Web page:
Evidence indicates that resting-state brain system segregation is disrupted in AD. Compared to healthy controls, AD patients exhibit fewer modular networks, suggesting a breakdown in the normal modular organization (Brier et al., 2014a). Moreover, higher brain system segregation appears to mitigate the impact of AD severity on cognition in both autosomal-dominant and sporadic AD cases (Ewers et al., 2021).
Longitudinal changes in brain system segregation among healthy individuals are predictive of dementia, independent of AD-related genetic risk, pathological markers (cortical amyloid and CSF tau burden), and structural deterioration (Chan et al., 2021). This implies that AD’s effects on brain function extend beyond isolated regions or specific brain systems, emphasizing the importance of assessing the broader network interactions through measures of system segregation.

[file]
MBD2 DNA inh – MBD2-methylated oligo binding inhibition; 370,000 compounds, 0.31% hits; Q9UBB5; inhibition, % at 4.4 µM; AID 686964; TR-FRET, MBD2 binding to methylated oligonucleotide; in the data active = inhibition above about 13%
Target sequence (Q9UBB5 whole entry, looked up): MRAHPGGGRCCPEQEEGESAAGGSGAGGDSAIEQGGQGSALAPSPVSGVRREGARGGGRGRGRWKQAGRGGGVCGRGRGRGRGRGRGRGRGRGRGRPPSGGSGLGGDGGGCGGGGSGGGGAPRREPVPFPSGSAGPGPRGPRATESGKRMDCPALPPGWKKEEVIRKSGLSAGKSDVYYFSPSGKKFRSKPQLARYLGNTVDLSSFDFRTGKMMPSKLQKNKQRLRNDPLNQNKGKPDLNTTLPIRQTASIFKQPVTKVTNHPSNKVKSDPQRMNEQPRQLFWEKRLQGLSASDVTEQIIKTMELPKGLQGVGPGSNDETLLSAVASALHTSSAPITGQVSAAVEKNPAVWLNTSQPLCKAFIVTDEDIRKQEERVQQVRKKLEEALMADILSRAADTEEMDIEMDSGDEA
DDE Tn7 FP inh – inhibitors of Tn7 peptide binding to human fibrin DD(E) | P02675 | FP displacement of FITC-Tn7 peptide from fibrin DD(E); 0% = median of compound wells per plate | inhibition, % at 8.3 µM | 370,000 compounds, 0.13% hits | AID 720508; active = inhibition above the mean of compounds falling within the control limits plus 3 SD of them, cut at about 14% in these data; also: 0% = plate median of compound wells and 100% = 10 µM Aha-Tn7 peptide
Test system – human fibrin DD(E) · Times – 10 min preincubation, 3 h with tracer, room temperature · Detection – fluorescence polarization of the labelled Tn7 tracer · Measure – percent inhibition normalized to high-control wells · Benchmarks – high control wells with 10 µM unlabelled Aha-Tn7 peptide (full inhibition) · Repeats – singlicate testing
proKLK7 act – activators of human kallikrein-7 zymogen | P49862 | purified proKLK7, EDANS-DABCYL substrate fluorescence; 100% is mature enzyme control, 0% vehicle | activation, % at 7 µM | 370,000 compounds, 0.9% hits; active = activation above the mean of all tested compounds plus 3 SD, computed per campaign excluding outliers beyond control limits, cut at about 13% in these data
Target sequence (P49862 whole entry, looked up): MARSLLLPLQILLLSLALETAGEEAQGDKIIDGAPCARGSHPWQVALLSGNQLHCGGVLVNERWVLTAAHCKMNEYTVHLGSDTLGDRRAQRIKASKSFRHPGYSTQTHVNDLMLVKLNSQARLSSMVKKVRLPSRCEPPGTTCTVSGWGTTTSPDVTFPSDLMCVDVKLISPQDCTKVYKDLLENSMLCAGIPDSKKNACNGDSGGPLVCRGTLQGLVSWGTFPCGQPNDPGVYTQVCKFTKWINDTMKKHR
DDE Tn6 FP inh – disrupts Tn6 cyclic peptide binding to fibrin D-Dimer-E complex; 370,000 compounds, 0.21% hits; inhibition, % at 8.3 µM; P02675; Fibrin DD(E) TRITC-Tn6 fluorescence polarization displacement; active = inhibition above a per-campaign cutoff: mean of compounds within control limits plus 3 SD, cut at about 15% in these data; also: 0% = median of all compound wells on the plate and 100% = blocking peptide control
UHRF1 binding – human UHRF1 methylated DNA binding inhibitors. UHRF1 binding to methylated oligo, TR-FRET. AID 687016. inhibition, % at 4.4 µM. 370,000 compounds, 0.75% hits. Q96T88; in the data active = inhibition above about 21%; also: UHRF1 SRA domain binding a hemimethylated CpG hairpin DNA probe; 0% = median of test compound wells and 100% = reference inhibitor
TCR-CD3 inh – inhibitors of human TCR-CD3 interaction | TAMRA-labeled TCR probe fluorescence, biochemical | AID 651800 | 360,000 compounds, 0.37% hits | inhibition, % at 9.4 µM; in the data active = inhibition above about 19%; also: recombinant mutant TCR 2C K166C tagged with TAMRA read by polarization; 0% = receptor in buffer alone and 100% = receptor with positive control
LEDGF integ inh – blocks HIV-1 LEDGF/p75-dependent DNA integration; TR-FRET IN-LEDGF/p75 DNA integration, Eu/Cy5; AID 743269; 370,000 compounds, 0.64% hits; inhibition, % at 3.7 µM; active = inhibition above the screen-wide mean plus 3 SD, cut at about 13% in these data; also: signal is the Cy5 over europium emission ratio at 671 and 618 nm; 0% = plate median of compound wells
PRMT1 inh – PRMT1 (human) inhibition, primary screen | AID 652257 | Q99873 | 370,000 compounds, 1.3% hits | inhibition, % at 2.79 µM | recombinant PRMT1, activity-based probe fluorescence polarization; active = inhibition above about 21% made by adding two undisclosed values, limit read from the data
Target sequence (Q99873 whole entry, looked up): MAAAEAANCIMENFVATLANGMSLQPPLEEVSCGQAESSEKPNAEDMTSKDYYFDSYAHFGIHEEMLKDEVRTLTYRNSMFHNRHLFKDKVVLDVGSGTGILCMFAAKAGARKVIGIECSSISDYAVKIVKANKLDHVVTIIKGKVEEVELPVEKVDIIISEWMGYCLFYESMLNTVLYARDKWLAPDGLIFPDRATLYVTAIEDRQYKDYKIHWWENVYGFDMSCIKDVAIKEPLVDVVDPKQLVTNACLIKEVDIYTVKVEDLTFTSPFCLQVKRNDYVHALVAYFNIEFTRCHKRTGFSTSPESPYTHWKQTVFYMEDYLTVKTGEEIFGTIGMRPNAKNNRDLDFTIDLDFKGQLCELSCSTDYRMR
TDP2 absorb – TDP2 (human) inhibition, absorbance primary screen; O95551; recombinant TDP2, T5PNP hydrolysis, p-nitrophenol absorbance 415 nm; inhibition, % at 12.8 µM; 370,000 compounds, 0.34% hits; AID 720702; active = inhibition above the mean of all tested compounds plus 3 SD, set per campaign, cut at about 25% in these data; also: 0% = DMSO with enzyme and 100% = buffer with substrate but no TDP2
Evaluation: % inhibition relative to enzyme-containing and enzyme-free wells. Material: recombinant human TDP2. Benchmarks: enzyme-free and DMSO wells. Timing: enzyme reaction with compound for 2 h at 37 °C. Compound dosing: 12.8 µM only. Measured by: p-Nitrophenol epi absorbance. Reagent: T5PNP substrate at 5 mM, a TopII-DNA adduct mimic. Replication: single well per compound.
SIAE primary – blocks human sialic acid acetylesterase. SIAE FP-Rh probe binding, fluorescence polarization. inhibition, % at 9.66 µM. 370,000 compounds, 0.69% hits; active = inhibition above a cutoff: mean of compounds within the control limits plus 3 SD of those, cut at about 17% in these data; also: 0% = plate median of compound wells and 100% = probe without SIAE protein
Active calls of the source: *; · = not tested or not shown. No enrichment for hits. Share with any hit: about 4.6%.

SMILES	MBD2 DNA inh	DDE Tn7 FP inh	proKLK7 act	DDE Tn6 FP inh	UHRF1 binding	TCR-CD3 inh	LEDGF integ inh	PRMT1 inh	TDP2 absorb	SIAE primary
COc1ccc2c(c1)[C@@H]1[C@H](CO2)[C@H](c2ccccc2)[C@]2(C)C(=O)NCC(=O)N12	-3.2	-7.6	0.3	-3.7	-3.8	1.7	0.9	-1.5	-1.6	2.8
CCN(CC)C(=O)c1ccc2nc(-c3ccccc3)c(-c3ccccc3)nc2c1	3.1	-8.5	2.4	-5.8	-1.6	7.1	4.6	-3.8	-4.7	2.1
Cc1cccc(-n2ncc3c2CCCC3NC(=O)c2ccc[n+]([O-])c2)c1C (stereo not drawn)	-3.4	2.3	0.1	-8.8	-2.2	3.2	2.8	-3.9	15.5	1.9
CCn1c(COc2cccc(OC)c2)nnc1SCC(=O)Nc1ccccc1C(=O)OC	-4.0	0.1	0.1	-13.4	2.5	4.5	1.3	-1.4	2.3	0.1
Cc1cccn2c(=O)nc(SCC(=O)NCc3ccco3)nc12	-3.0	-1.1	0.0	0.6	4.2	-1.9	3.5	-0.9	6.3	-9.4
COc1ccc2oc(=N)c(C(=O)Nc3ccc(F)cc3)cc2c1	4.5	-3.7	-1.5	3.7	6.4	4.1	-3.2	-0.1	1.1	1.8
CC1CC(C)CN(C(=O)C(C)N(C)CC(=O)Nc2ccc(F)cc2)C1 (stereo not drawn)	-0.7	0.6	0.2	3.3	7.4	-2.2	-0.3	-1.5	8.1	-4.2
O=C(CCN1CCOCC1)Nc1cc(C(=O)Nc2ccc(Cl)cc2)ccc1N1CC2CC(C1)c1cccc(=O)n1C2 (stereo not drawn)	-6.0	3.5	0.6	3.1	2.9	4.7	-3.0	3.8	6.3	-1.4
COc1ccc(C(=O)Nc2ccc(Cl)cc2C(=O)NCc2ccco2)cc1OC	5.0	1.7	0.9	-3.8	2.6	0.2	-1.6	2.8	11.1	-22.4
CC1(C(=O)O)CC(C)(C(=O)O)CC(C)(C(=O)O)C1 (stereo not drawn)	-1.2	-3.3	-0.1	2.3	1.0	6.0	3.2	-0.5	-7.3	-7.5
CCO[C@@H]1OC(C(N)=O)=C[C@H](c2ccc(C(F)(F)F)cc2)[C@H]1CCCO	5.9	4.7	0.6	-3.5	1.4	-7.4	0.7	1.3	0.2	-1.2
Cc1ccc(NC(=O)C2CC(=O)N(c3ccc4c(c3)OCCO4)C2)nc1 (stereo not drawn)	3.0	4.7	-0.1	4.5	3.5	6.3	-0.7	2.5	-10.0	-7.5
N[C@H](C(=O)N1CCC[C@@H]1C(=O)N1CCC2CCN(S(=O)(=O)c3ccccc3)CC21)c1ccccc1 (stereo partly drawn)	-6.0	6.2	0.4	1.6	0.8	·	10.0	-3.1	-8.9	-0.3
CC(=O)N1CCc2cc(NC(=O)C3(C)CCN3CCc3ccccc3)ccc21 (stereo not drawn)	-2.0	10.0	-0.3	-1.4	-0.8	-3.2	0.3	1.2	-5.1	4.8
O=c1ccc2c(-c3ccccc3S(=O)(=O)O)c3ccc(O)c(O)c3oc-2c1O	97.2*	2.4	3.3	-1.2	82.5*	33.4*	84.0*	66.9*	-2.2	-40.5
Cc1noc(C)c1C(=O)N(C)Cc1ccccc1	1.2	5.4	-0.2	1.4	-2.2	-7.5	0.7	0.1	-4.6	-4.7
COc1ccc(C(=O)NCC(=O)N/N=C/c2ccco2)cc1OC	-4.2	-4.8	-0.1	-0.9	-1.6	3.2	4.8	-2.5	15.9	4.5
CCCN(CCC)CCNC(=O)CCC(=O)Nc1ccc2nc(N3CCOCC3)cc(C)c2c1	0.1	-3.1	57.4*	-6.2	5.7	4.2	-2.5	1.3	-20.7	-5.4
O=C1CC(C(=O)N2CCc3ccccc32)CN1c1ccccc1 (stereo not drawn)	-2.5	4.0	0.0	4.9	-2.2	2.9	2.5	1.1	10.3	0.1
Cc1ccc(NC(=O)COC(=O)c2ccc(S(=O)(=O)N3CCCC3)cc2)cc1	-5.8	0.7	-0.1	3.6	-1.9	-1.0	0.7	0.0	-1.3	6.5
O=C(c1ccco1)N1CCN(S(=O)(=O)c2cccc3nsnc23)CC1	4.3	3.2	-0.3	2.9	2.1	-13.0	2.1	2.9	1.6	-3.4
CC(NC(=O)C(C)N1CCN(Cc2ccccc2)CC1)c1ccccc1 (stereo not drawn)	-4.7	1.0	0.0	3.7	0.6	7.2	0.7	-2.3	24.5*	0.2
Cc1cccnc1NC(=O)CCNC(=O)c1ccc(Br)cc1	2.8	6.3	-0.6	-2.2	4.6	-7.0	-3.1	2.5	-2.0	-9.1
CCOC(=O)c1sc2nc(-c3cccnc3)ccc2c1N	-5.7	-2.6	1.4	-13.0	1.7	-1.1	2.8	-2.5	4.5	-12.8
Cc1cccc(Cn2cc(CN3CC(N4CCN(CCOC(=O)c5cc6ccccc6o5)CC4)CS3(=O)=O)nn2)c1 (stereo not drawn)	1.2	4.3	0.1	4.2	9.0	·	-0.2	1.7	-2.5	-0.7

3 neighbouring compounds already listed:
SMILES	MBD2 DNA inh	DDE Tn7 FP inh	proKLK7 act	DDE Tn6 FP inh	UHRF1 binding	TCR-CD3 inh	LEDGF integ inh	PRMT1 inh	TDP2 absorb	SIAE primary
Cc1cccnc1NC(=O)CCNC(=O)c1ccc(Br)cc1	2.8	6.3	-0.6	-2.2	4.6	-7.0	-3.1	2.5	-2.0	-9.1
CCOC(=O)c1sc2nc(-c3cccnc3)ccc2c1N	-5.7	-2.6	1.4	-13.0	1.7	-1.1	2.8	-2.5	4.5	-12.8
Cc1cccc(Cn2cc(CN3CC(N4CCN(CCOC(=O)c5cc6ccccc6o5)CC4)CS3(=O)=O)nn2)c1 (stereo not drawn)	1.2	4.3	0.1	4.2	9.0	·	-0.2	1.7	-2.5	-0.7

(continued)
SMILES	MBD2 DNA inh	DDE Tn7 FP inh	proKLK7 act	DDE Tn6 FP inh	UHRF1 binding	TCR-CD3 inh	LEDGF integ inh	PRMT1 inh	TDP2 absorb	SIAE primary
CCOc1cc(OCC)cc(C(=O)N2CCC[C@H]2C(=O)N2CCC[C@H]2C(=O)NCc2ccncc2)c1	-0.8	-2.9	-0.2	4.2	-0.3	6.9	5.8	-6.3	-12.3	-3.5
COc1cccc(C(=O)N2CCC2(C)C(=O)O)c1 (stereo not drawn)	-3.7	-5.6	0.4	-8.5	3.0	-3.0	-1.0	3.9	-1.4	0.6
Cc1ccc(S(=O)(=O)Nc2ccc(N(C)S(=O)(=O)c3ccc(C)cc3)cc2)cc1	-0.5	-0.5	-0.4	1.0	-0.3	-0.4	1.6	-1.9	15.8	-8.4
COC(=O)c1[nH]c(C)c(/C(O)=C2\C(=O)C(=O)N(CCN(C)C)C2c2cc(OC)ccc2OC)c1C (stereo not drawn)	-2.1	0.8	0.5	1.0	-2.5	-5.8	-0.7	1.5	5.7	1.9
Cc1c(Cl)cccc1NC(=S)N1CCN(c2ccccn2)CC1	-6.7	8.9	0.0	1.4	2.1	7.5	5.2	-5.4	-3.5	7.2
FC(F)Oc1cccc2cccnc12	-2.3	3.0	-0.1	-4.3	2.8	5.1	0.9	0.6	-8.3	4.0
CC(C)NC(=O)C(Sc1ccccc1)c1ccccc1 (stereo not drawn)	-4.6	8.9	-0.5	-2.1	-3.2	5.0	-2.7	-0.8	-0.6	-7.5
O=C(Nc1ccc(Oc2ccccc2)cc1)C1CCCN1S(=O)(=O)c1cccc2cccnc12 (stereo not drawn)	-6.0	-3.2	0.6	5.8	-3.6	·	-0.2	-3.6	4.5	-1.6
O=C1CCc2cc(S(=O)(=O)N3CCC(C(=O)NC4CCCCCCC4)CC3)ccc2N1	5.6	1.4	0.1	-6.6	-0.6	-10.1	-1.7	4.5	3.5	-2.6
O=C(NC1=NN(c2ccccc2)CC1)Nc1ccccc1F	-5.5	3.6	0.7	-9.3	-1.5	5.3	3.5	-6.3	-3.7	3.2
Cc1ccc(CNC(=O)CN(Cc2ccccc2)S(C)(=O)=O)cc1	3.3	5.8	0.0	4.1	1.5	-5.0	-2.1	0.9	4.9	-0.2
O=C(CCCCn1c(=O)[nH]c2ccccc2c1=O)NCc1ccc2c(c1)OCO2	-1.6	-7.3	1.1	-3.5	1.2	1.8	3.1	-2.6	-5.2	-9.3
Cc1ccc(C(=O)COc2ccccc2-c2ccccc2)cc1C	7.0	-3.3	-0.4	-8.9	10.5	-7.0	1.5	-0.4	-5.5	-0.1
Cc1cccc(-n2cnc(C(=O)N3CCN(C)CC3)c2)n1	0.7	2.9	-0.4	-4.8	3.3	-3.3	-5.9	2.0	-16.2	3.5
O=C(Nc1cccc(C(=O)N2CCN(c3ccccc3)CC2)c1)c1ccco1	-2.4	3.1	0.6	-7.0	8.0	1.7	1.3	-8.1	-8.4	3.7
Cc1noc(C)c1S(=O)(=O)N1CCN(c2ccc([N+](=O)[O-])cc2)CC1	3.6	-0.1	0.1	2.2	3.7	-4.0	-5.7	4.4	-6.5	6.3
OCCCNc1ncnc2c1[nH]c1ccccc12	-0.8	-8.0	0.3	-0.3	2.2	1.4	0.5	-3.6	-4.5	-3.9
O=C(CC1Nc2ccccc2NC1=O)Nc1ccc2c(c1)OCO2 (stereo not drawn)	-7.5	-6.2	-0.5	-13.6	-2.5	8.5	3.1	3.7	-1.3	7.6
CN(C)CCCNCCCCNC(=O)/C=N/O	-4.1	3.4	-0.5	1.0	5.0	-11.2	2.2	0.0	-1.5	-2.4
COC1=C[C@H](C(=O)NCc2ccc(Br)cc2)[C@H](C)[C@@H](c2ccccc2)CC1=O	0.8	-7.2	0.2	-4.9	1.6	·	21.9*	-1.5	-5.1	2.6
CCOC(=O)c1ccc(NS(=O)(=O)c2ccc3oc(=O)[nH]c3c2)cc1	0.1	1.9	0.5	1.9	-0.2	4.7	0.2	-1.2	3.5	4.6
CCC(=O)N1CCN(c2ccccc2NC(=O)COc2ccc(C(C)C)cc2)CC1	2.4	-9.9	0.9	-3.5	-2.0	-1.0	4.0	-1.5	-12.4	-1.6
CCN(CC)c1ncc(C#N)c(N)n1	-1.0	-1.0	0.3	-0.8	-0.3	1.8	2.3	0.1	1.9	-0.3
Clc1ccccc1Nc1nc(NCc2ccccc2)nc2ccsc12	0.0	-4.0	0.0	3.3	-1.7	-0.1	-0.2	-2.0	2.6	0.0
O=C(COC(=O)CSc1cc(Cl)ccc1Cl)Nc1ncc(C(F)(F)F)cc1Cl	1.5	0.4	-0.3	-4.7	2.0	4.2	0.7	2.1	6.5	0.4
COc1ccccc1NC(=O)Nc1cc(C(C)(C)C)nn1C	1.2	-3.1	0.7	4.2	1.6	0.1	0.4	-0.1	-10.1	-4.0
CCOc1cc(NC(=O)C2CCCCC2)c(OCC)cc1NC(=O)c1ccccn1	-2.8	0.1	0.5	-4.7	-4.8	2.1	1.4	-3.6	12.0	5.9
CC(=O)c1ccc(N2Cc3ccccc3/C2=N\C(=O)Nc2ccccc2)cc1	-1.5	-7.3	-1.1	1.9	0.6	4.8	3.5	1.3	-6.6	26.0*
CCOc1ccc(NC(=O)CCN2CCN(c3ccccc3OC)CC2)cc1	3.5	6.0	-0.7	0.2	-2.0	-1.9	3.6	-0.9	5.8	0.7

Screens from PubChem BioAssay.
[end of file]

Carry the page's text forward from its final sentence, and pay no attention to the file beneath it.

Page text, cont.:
Dynamic Changes in Brain System Segregation during Healthy Aging
However, it is essential to recognize that alterations in brain system segregation are not exclusive to AD. In the absence of AD, healthy aging is associated with a decline in brain system segregation with increasing age (Betzel et al., 2014; Chan et al., 2014; Sala-Llonch et al., 2015; Geerligs et al., 2015b; Han et al. 2018). These age-related changes are linked to alterations in brain function, cognitive decline, and are influenced by environmental exposures during adulthood (Chan et al., 2017, 2018, 2021; Chong et al., 2019; Pedersen et al., 2021).
Navigating the Complexity: Comparing AD-Related and Aging-Related Network Changes
While it is evident that both AD and aging are associated with reductions in resting-state brain system segregation, the critical question arises: Do the observed functional network changes in AD mirror common or unique patterns compared to those occurring in normal aging?